01652 618924 - Autism Unseen (Charity Registration 1168938) autismunseen@btinternet.com


2017 was one of the toughest challenges ever for Autism Unseen, leading a team of Autistic Young Adults to climb Mount Kilimanjaro, the largest freestanding mountain in the world. This adventure was a once in a lifetime opportunity to stand on the roof of Africa, and the climb encompassed terrains from jungle to glacier. Reaching the summit and watching the sun rise over the vast African plains was truly an experience never to be forgotten. This epic adventure in addition to raising the profile of what it is like to suffer from Autism, also helped to raise funds for Dig Deep, who supply sustainable clean water to the remote villages of Kenya, thereby transforming the lives of local communities across East Africa.

At midnight on the 25th August, the Autism Unseen Kilimanjaro Challenge team left the Barafu Base camp, having had only 3 hours’ rest from an exhausting day of trekking the day before.  It was cold, below freezing, the tents were covered in ice, and each team member had just climbed out of their sleeping bags fully clothed and desperately tired. Yet despite the exhaustion, and the altitude (they were camped at 15,000 feet) this team of autistic individuals and carers were excited and eager to commence the final push, to reach the summit of Kilimanjaro, Uhuru Peak, 4,200 feet above them. Equipped with walking poles and head touches they set about  an almost vertical climb up a rocky, mountainous volcanic terrain. It was testament to the courage and fortitude of the autistic participants that they had made it to this point.

Five days of arduous trekking through 4 climatic zones, from jungle to icy wilderness lay behind them, including an incredible scramble up the 700 ft. Baranco Wall. This was one of the most enjoyable aspects of the climb; more so because of the achievement they all felt after they had reached the top of the wall, and looked back down to see what a challenge it had been.

The team of autistic individuals and carers, had become one. Forging friendships that will last a lifetime. Throughout the previous days of trekking they had faced many challenges, that resulted in highs and lows, from the exhilaration of spectacular views across the Maasai Highlands, to the gut wrenching feeling, of discovering that a 500 ft. ravine lay between them and the next base camp, and that they still had another 3 hours hard trekking to traverse it.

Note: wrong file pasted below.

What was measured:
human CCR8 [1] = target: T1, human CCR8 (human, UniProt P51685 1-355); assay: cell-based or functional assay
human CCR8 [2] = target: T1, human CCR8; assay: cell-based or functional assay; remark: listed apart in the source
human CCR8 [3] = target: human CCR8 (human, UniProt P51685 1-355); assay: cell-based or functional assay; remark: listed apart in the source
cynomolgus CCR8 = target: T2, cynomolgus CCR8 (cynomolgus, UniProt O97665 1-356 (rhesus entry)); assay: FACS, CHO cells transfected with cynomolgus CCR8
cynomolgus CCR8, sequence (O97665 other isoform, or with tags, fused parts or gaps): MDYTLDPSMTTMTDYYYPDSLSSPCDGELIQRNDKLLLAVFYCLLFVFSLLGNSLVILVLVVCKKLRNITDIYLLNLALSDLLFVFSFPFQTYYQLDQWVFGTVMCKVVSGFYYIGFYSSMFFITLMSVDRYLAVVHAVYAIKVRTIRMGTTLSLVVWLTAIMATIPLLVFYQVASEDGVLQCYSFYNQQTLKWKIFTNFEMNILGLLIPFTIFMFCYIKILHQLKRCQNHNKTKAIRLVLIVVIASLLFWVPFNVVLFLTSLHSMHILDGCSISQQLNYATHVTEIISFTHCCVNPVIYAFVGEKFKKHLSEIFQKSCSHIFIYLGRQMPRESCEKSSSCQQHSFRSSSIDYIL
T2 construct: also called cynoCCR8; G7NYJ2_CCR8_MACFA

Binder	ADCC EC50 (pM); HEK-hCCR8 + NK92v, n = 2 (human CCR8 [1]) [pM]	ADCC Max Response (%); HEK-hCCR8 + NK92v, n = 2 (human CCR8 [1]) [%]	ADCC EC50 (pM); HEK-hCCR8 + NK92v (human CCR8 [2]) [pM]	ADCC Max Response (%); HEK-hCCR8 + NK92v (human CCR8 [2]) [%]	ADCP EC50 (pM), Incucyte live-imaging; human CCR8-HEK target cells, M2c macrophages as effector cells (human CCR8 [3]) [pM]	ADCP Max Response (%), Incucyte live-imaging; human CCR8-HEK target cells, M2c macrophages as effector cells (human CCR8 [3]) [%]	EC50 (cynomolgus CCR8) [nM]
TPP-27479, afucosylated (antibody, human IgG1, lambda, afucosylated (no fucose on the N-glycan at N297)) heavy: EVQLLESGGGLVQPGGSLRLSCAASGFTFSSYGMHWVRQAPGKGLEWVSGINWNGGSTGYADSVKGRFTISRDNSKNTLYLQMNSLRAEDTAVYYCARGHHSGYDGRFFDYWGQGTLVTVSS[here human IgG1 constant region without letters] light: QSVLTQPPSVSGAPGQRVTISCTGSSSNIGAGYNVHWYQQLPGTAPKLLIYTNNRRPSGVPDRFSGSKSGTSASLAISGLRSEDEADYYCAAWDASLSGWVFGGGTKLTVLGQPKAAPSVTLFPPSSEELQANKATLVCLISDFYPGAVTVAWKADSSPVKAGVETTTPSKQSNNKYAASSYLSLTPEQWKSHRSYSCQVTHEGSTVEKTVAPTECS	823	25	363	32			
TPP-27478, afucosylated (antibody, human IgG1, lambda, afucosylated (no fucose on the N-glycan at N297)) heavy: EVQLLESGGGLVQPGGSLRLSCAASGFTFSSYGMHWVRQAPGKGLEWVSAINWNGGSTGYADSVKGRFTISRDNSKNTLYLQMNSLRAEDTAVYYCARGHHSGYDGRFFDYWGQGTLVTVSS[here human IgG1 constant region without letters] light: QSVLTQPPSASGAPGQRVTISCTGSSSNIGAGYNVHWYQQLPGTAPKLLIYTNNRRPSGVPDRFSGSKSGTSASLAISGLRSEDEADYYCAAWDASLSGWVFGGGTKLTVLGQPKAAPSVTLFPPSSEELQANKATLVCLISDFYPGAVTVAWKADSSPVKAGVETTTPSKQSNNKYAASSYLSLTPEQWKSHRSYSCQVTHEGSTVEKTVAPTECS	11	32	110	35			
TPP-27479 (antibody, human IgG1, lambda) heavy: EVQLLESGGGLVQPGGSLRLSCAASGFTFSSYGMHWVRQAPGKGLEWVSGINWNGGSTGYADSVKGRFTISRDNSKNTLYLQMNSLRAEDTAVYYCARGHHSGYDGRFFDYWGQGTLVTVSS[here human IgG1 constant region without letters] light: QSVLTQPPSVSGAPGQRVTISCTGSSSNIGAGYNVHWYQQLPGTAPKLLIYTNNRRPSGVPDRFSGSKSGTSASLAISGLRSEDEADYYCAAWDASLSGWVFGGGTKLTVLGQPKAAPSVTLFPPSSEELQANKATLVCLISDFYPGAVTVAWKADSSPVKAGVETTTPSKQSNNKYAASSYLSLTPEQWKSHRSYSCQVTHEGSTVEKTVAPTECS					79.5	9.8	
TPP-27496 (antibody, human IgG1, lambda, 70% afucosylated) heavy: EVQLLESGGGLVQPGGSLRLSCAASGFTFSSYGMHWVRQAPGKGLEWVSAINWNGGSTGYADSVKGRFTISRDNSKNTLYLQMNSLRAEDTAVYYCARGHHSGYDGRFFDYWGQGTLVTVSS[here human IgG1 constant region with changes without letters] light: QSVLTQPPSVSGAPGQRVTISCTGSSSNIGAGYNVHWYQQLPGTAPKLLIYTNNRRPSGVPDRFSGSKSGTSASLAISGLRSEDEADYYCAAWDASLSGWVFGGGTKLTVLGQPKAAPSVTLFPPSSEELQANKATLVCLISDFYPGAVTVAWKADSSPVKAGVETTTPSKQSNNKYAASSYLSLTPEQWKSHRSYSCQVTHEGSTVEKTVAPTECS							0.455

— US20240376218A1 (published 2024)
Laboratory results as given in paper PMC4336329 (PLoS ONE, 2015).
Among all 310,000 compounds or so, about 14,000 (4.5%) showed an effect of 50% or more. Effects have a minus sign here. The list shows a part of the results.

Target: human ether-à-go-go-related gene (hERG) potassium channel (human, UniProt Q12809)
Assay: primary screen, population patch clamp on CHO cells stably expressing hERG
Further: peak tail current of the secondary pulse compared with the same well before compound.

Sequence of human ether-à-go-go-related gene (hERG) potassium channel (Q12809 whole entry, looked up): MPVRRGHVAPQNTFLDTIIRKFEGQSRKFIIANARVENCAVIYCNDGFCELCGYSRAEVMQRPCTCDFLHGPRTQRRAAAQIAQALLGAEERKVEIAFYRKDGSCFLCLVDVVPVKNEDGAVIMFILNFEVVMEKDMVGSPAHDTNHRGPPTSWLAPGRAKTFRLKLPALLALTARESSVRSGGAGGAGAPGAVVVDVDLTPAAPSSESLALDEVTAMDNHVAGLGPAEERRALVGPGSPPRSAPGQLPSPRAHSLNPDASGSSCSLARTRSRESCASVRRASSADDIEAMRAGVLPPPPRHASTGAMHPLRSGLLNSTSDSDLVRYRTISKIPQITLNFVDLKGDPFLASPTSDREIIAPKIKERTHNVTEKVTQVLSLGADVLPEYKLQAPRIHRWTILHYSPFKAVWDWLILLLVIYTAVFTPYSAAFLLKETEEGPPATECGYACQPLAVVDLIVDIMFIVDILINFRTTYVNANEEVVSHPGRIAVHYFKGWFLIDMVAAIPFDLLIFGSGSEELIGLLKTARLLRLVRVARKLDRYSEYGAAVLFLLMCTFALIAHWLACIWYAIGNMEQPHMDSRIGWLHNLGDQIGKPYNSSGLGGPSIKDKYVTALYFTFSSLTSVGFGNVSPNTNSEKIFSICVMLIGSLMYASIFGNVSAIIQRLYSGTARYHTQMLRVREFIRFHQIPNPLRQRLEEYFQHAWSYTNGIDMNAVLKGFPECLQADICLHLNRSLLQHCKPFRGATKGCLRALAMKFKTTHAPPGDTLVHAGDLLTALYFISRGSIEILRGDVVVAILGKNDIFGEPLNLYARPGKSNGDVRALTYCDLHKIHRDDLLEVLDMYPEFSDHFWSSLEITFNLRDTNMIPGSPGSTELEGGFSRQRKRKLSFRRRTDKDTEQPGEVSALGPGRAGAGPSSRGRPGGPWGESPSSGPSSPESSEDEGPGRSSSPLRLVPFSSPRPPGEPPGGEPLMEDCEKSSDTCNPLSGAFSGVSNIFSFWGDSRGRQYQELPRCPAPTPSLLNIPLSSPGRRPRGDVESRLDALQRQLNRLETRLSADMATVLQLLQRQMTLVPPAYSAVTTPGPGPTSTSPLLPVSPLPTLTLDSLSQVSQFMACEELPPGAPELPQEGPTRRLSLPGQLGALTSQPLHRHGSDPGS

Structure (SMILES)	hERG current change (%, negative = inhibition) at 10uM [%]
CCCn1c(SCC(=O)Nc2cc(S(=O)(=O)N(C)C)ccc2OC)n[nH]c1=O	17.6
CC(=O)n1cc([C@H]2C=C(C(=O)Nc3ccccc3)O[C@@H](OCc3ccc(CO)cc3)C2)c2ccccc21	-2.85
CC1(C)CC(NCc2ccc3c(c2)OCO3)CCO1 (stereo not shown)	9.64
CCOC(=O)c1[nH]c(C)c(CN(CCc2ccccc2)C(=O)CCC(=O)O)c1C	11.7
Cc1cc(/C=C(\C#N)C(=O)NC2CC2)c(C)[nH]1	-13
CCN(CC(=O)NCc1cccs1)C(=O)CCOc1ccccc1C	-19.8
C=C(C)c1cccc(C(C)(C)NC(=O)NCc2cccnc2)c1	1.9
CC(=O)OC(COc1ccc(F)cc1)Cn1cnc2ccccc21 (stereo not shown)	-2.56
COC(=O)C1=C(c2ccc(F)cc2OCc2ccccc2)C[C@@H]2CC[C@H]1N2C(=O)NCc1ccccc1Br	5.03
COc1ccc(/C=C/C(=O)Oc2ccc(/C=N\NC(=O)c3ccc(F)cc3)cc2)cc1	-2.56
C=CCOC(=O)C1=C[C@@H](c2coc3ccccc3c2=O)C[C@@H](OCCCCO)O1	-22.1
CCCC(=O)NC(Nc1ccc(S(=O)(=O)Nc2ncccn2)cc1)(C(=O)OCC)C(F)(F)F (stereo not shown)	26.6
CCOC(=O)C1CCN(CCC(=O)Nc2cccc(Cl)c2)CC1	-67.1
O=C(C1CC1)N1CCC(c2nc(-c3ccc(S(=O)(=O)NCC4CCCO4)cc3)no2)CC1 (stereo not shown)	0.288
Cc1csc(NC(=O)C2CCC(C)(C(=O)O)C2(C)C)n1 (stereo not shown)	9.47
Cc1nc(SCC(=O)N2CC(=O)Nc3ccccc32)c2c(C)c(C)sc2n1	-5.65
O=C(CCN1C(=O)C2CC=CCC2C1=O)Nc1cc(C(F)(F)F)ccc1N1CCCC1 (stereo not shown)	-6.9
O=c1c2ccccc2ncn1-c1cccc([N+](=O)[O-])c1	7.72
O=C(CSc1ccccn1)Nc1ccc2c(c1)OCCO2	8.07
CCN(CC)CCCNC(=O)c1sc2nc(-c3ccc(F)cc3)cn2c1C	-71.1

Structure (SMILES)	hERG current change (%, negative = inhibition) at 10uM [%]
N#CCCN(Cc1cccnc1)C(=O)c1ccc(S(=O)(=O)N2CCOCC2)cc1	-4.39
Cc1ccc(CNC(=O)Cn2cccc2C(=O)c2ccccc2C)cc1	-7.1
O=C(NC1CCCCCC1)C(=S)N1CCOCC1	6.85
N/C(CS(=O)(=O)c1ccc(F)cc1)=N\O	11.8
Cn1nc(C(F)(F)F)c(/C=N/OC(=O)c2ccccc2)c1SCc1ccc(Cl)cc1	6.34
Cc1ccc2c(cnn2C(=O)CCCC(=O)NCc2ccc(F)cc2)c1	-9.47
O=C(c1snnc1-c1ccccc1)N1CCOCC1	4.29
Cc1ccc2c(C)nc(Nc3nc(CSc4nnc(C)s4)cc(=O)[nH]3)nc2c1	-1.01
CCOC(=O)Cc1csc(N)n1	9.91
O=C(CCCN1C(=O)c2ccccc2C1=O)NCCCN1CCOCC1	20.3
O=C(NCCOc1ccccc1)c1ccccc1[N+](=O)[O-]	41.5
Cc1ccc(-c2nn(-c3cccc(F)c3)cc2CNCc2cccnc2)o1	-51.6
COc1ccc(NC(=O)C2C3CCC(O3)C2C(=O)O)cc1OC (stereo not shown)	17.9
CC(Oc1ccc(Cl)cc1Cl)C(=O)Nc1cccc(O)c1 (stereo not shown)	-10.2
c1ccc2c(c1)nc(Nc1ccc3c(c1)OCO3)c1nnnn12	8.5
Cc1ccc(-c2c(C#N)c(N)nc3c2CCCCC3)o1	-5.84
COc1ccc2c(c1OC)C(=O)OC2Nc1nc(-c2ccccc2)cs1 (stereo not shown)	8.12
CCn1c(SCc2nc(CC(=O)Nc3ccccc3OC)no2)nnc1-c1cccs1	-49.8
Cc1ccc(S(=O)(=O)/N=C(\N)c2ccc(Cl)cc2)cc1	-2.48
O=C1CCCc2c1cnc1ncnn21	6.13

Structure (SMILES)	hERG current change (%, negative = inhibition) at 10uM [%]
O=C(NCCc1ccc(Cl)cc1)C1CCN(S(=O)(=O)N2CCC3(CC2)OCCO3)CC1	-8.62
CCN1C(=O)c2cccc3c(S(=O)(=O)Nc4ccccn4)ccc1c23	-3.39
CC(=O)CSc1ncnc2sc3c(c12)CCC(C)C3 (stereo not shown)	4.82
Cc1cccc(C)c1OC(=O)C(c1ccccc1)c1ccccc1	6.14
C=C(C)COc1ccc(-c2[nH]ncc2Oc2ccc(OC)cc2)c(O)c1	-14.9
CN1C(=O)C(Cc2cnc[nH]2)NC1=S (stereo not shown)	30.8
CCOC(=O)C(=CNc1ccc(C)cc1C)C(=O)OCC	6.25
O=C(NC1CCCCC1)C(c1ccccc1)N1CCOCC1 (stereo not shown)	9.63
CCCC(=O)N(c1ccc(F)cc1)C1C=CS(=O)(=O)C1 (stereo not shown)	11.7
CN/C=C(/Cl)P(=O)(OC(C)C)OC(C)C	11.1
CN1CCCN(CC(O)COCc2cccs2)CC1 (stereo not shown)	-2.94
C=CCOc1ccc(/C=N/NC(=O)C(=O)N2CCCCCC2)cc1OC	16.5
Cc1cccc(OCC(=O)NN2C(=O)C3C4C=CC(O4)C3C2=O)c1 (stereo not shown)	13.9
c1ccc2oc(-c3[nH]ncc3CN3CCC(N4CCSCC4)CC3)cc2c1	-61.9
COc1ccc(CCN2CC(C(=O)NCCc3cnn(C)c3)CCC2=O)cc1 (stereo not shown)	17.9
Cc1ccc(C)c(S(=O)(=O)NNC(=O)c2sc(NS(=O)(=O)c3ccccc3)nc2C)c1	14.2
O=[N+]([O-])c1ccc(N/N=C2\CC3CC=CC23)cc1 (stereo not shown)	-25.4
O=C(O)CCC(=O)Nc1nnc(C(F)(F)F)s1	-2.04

Team members had tears and even the occasional tantrum, Charlie on day four, having trekked over 30 miles of rocky slopes, much of it in blazing sunshine, and totally exhausted, had sat down on a rock in the middle of nowhere, and demanded a helicopter to come and collect him. After much persuasion by fellow team members and the guides, and apparently a certain number of bribes and promises, Charlie put himself back on his feet, dug deep and continued his journey to base camp.

Such was the wonderful comradery of the porters and guides, who the team owed so much to, that upon arrival into camp, Charlie was carried aloft, and triumphantly paraded around the campsite, to celebrate not only his fortitude, but also his resilience for not giving up.

On the final ascent, after enduring five hours of extreme cold, biting winds, darkness, and frozen terrain, and just before Stella Point at 18,500 ft. part of the team had to turn back due to altitude sickness, returning to the lower altitudes of Barafu base camp for medical treatment.

The remainder of the team carried onto the rim of the crater at Stella Point where they had the pleasure of witnessing perhaps one of the most memorable sunrises ever, with dawn striking the summit of the mountain, and the ‘Roof of Africa’ being laid bare before them. From Stella Point the team became strung out, with each individual being accompanied by two guides, for the 500ft. climb to the summit. This final part of the team’s epic journey was tortuous, the air was thin, each step was laboured and difficult, and it took a further two hours for them to reach the summit. However, the exhilaration of standing on Uhuru Peak made it all worthwhile.

Once back in the UK, the team can look back at the photographs and videos and recapture the wonderful moments and memories had by all, the team spirit, the friendships, the laughs, the joys of becoming a family. Most of all, the incredible contribution that these autistic individuals had made to everyone’s life, not just the team of carers, but also the remainder of the group of climbers, made up of 20 University students from around the UK.

These young autistic individuals will have their futures shaped by the experiences of travelling to Africa and climbing the largest freestanding mountain in the world. The journey was never about reaching the top, but about being part of a team, being socially accepted and taking part in an adventure that they will never forget.